Form 10-Q LegacyXChange, Inc. For: Dec 31


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UNITED
STATES
SECURITIES AND EXCHANGE COMMISSION

Washington,
D.C. 20549

 

FORM
10-Q

 

(Mark
One)

 


QUARTERLY REPORT PURSUANT TO SECTION 13 OR 15 (d) OF THE SECURITIES EXCHANGE ACT OF 1934

 

For
the quarterly period ended December 31, 2016

 


TRANSITION REPORT PURSUANT TO SECTION 13 OR 15 (d) OF THE SECURITIES EXCHANGE ACT OF 1934

 

For
the transition period from __________ to __________

 

COMMISSION
FILE NUMBER: 333-148925

 

LEGACYXCHANGE,
INC.

(Exact
name of Registrant as specified in its charter)

 

Nevada   20-8628868
(State
or other jurisdiction of incorporation or organization)
  (I.R.S.
Employer Identification No.)
     

301
Yamato Rd., Suite 1240, Boca Raton, FL 33431

  (800)
630-4190
(Address
of principal executive offices and zip code)
  (Registrant’s
telephone number, including area code)

 

Securities
registered pursuant to Section 12(b) of the Act:

 

Title
of Each Class
  Trading
Symbol
  Name
of each Exchange on which registered
N/A   N/A   N/A

 

Indicate
by check mark whether the Registrant is a large accelerated filer, an accelerated filer, a non-accelerated filer, a smaller reporting
company or an emerging growth company. See the definitions of “large accelerated filer,” “accelerated filer,”
“smaller reporting company” and “emerging growth company” in Rule 12b-2 of the Exchange Act:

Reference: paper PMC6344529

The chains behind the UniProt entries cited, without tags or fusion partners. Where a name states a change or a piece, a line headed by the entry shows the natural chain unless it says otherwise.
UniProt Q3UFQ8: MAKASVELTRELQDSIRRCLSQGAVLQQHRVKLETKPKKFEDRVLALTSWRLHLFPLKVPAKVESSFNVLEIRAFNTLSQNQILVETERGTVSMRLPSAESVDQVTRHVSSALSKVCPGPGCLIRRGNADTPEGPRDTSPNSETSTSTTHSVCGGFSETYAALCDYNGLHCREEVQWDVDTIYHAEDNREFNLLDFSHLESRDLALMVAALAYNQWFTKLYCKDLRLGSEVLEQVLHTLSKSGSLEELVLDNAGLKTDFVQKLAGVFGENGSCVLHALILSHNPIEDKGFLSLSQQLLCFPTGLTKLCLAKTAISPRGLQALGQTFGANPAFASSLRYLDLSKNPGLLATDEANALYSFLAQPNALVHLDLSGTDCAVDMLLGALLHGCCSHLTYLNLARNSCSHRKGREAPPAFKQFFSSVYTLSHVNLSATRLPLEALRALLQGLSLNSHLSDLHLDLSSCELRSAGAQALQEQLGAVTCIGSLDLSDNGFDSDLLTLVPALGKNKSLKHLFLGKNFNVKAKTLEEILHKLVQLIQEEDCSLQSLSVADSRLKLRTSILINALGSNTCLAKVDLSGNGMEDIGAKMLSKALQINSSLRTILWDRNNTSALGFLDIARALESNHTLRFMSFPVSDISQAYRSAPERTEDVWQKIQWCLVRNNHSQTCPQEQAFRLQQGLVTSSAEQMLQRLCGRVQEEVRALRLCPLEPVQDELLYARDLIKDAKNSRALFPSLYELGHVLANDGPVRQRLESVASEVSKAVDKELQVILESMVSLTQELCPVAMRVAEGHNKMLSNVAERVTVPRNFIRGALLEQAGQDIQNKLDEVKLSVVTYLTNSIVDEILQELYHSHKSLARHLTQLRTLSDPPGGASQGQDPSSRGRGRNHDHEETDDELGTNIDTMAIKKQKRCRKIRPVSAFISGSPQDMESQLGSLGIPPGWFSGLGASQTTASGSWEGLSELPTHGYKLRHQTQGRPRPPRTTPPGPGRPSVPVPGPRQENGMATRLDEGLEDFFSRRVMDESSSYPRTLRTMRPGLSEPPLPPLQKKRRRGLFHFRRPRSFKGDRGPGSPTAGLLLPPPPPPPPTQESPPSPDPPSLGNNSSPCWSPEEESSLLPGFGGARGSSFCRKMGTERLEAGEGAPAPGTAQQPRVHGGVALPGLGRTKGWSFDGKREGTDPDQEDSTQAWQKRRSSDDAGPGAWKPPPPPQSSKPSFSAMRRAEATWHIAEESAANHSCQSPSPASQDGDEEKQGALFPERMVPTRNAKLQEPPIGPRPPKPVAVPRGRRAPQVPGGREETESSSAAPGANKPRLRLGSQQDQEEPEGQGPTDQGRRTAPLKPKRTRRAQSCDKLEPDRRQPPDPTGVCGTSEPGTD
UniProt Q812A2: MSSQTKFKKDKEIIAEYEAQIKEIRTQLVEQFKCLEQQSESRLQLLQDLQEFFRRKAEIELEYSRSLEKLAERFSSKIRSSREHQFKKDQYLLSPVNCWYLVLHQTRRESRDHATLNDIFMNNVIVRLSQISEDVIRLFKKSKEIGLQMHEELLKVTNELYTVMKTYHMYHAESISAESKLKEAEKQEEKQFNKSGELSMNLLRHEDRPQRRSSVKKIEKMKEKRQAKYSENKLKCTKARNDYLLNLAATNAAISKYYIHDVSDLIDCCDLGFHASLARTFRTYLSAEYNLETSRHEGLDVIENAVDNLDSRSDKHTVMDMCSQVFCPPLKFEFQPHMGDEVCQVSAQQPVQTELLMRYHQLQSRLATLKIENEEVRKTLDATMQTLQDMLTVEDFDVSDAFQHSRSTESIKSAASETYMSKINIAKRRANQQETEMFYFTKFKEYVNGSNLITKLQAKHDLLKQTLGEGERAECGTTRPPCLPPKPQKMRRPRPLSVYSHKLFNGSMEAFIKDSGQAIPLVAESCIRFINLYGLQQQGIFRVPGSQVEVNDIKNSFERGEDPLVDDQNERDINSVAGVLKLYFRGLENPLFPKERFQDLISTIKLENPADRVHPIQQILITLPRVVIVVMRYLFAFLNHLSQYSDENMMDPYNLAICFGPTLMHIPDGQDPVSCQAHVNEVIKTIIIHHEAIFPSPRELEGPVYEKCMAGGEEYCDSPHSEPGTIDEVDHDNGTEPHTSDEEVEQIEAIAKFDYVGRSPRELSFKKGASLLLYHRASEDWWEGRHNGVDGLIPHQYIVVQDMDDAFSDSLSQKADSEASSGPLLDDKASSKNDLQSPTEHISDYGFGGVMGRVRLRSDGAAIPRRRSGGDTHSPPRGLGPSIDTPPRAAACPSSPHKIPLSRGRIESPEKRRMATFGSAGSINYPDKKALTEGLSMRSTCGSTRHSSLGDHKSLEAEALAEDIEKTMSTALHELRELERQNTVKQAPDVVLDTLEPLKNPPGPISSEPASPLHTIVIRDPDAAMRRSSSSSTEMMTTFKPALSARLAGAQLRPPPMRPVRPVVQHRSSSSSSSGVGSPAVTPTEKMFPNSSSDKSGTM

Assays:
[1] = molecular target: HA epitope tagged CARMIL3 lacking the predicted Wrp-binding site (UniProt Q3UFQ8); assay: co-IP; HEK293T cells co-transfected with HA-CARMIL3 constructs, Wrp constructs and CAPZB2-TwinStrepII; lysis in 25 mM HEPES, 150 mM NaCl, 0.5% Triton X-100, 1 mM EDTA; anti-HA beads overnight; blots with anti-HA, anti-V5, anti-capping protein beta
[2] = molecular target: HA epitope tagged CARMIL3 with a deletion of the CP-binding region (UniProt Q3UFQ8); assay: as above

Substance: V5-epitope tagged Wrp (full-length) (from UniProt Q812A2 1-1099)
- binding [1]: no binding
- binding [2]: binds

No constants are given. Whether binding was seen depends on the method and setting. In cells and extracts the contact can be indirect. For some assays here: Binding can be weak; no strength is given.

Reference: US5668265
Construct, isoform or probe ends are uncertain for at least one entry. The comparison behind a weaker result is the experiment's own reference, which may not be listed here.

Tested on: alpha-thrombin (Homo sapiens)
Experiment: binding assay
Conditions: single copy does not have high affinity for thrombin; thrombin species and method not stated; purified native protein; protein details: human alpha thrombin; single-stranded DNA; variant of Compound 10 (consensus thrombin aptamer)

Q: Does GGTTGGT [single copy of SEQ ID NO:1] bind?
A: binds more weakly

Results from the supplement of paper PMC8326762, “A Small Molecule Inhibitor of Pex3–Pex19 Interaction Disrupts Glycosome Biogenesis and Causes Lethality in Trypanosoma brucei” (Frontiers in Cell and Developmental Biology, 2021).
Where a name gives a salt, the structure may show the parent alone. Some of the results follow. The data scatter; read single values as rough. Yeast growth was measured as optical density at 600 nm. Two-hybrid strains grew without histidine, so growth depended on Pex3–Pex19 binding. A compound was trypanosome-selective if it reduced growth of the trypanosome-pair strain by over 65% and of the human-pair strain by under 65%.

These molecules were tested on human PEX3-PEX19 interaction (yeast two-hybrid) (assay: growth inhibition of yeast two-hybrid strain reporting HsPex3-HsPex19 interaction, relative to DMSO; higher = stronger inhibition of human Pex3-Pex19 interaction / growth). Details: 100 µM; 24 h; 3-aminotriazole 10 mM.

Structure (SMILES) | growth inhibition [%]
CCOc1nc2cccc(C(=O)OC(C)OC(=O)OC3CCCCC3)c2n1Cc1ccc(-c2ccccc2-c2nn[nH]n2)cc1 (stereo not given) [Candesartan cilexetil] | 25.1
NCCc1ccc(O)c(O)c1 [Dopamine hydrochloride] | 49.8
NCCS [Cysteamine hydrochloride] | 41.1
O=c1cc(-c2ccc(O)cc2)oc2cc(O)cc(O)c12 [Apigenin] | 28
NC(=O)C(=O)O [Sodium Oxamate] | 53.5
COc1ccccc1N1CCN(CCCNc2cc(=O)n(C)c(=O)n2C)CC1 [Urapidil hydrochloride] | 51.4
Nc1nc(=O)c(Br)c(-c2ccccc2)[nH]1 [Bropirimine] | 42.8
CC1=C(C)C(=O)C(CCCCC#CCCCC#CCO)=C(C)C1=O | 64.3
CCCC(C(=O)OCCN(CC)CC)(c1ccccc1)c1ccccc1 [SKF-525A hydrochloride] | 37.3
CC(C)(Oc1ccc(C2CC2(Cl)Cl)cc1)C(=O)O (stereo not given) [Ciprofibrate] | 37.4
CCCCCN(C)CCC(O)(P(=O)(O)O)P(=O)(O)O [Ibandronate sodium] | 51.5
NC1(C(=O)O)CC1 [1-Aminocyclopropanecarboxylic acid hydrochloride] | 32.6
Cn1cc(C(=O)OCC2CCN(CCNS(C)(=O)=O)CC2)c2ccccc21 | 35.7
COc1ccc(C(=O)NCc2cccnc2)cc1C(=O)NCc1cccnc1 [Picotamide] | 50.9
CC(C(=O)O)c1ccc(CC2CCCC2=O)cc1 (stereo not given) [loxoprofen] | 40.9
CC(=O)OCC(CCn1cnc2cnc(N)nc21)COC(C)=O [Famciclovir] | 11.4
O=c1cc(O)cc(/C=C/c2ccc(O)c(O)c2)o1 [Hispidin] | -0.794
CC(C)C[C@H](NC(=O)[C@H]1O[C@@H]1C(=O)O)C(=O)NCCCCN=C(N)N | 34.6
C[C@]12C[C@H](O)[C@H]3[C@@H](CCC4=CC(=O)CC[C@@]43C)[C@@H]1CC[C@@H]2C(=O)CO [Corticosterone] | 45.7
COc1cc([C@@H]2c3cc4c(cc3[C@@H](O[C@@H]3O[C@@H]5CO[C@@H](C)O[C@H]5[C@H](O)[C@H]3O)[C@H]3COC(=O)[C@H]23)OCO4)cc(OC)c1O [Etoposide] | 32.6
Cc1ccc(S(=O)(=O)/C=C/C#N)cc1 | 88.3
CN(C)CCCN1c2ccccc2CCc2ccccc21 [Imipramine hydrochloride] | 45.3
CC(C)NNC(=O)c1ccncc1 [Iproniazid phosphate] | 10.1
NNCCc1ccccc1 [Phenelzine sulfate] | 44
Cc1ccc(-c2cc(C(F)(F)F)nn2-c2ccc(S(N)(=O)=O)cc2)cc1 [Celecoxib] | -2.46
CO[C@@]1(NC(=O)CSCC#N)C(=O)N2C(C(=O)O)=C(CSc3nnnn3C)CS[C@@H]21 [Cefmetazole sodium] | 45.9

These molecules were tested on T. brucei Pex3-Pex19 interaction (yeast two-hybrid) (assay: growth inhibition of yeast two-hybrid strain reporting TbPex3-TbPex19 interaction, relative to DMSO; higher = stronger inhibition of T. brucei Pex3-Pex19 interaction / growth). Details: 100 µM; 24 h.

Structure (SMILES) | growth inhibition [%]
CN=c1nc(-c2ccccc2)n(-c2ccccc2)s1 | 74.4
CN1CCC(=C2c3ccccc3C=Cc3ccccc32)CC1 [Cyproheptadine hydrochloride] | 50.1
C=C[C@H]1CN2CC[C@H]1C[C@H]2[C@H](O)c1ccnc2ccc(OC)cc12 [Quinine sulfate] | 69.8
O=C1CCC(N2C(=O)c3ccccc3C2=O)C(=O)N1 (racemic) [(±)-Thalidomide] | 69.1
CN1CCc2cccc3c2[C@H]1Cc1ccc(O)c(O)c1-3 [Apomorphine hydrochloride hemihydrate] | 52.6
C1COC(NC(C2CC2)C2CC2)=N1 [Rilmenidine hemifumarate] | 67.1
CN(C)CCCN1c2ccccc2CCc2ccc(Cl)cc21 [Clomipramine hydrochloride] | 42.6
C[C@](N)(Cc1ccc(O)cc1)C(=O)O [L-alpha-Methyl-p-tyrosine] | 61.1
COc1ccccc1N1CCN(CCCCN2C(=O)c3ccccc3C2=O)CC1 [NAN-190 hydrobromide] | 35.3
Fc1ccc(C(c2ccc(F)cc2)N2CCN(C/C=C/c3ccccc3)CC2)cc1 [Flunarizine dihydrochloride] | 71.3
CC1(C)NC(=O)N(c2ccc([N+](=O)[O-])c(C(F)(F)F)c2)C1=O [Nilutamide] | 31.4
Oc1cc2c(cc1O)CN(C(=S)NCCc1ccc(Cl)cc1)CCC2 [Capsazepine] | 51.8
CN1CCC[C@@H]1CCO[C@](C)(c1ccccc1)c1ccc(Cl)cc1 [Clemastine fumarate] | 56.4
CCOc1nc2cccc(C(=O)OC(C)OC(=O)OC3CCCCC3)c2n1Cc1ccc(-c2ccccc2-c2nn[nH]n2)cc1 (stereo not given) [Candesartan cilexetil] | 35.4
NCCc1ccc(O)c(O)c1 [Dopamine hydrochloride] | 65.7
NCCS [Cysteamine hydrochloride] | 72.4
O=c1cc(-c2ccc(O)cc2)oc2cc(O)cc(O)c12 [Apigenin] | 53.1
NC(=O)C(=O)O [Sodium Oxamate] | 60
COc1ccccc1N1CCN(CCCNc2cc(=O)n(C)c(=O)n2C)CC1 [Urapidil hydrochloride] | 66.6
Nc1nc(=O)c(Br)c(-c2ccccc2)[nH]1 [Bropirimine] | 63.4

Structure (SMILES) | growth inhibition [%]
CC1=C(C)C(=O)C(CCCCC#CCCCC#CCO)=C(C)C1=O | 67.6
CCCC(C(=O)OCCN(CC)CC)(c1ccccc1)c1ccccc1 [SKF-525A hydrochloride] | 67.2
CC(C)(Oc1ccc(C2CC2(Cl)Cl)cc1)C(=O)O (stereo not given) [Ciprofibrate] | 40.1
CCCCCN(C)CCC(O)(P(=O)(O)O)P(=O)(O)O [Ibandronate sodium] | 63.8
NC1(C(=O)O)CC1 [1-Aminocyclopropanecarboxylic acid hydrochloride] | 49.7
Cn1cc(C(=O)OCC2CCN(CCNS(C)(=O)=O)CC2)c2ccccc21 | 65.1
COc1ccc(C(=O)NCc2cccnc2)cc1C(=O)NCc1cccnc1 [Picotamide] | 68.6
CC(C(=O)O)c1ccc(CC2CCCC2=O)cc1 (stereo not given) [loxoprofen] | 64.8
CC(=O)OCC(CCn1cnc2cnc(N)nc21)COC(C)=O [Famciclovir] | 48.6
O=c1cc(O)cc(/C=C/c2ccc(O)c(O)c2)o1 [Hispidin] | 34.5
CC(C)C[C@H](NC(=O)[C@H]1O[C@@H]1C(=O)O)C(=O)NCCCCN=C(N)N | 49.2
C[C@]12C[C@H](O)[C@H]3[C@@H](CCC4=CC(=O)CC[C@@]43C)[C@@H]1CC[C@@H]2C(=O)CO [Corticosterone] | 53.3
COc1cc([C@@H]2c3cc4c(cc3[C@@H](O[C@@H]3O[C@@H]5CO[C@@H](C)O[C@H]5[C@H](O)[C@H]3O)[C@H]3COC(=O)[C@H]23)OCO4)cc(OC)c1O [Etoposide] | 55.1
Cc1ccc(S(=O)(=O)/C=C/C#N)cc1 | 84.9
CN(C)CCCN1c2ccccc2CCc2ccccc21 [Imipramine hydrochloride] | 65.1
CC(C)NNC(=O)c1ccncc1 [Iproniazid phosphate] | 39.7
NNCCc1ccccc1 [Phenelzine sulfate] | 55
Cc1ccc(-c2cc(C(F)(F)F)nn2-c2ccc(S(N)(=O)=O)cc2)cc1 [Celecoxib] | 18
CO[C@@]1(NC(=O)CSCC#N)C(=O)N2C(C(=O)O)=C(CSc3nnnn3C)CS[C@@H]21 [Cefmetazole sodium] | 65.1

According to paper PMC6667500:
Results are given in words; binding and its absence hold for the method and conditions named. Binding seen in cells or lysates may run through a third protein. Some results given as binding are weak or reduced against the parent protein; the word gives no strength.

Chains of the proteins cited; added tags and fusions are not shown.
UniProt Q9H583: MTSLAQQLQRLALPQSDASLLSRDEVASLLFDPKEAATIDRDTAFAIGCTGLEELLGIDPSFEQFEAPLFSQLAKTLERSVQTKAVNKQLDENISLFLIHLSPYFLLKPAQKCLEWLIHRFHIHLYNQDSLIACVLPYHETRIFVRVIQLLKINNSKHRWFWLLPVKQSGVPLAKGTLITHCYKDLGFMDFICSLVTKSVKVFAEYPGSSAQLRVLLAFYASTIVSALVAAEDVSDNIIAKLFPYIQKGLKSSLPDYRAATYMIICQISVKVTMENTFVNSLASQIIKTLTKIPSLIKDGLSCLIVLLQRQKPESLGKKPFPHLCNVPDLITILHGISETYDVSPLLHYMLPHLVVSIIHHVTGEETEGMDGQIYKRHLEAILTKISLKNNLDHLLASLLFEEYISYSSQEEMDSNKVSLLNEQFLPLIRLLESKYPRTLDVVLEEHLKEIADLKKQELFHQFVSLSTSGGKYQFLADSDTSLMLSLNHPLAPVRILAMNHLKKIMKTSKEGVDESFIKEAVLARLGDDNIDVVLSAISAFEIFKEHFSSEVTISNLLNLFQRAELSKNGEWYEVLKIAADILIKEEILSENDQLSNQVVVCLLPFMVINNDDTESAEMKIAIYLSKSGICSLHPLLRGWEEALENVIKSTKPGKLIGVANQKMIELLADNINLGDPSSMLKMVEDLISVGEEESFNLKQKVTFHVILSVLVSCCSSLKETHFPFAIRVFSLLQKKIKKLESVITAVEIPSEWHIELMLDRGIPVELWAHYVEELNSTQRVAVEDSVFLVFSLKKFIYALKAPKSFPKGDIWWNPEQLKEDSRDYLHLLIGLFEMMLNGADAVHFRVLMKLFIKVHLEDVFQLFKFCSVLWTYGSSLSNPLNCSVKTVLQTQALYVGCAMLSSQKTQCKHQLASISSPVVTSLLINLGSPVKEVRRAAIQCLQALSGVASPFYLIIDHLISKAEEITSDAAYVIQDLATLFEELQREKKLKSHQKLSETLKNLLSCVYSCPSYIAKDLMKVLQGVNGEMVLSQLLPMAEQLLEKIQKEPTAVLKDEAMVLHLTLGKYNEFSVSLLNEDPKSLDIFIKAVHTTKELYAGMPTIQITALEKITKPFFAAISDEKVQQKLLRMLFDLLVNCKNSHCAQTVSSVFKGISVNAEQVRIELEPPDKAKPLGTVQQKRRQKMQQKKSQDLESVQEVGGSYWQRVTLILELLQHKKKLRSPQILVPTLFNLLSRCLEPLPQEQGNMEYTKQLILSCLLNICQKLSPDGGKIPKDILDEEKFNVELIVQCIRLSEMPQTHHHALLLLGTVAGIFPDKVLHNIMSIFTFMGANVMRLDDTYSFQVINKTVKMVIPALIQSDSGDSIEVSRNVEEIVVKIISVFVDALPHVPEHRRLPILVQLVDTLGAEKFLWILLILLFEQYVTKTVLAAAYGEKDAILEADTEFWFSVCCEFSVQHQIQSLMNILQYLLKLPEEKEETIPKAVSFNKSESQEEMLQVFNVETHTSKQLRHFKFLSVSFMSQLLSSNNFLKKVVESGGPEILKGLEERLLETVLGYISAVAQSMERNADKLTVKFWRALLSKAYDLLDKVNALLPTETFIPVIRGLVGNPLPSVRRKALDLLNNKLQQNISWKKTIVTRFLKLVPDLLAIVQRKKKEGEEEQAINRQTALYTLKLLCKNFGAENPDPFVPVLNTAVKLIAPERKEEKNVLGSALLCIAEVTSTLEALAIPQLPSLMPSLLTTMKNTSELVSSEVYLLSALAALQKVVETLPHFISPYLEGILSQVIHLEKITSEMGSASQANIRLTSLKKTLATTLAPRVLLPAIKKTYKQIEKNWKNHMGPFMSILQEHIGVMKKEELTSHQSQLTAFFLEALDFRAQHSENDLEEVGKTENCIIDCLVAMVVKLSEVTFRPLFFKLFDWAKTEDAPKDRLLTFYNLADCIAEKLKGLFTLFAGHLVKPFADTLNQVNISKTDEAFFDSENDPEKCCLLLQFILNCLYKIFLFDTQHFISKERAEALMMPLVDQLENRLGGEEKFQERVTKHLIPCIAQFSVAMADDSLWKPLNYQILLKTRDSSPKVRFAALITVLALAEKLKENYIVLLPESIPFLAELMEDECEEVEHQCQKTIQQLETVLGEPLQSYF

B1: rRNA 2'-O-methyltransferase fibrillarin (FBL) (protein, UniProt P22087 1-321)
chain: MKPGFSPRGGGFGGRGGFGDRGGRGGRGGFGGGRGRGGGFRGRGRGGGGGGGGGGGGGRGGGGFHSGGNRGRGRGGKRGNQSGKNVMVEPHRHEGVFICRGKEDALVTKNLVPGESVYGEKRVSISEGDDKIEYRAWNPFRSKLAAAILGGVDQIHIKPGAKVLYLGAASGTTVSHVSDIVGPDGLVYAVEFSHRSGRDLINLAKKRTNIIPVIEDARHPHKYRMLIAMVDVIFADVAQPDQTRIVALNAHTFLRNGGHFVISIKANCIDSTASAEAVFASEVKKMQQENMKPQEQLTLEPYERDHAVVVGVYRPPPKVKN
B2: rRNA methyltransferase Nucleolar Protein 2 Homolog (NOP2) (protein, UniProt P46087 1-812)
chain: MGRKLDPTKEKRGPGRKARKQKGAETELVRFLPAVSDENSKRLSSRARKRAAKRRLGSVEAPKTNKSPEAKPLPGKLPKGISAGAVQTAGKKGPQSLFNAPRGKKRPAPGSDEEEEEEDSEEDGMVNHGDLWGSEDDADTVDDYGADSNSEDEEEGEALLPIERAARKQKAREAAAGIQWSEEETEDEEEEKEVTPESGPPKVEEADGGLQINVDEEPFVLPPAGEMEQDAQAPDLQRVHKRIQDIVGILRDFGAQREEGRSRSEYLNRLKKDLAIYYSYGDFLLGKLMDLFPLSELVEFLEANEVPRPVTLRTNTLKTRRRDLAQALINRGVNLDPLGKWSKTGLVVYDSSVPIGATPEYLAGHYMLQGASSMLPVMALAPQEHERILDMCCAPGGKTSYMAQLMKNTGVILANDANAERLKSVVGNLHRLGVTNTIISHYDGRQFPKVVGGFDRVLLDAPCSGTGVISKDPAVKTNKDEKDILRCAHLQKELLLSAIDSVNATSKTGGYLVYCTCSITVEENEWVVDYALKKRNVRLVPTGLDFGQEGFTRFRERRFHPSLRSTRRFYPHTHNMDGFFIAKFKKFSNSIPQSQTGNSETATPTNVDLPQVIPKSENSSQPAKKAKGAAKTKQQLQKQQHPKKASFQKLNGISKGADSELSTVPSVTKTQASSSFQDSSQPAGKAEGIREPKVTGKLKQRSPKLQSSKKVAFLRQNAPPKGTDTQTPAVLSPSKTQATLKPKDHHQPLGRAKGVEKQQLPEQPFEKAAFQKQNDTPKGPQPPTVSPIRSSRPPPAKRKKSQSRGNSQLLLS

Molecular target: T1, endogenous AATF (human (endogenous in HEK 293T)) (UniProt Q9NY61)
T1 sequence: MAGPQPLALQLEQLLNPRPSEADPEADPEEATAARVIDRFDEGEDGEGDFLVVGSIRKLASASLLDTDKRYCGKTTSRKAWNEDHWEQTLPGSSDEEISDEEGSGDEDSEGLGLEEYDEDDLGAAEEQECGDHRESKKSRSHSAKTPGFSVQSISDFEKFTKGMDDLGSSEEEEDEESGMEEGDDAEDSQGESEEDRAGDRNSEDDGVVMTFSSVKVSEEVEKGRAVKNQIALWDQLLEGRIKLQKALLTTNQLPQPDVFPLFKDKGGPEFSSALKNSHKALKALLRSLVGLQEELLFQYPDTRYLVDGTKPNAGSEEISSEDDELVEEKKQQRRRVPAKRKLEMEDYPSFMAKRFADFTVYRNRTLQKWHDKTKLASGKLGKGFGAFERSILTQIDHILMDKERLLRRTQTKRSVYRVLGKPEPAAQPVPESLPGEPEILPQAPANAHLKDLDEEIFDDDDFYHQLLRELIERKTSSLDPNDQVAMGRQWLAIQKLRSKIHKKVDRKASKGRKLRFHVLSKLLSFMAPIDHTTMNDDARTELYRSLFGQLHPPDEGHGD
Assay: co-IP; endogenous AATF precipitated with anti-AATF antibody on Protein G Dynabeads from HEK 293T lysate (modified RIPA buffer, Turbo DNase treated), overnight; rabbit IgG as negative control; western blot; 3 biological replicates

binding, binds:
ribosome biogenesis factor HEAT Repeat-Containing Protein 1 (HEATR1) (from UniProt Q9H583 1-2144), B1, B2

Large accelerated filer Accelerated filer Non-accelerated filer Smaller reporting company Emerging growth company
         

  

If
an emerging growth company, indicate by check mark if the registrant has elected not to use the extended transition period for
complying with any new or revised financial accounting standards provided pursuant to Section 13(a) of the Exchange Act. ☐

 

Indicate
by check mark whether the registrant is a shell company (as defined in Rule 12b-2 of the Exchange Act). Yes ☒ No ☐

 

Indicate
the number of shares outstanding of each of the issuer’s classes of common stock, as of the latest practicable date: 62,570,659
shares as of December 15, 2020.

 

 

 

LEGACYXCHANGE, INC.

Form
10-Q

December
31, 2016

 

TABLE
OF CONTENTS

 

 

 

PART
I – FINANCIAL INFORMATION

 

ITEM
1. FINANCIAL STATEMENTS

 

LEGACYXCHANGE, INC.

CONSOLIDATED BALANCE SHEETS

 

    December 31,
2016
    March 31,
2016
 
    (Unaudited)          
ASSETS                
CURRENT ASSETS:                
Cash   $     $ 4,209  
Prepaid expenses           61,047  
Inventory           570  
                 
Total Current Assets           65,826  
                 
TOTAL ASSETS   $     $ 65,826  
                 
LIABILITIES AND STOCKHOLDERS’ DEFICIT                
CURRENT LIABILITIES:                
Accounts payable   $ 130,878     $ 105,376  
Accrued liabilities     245,410       120,157  
Bank overdraft     70        
Loans payable     143,924       132,769  
Convertible notes, net of debt discount     332,161       207,442  
Derivative liabilities     93,902       800,973  
                 
Total Current Liabilities     946,345       1,366,717  
                 
TOTAL LIABILITIES     946,345       1,366,717  
                 
COMMITMENTS AND CONTINGENCIES                
                 
STOCKHOLDERS’ DEFICIT: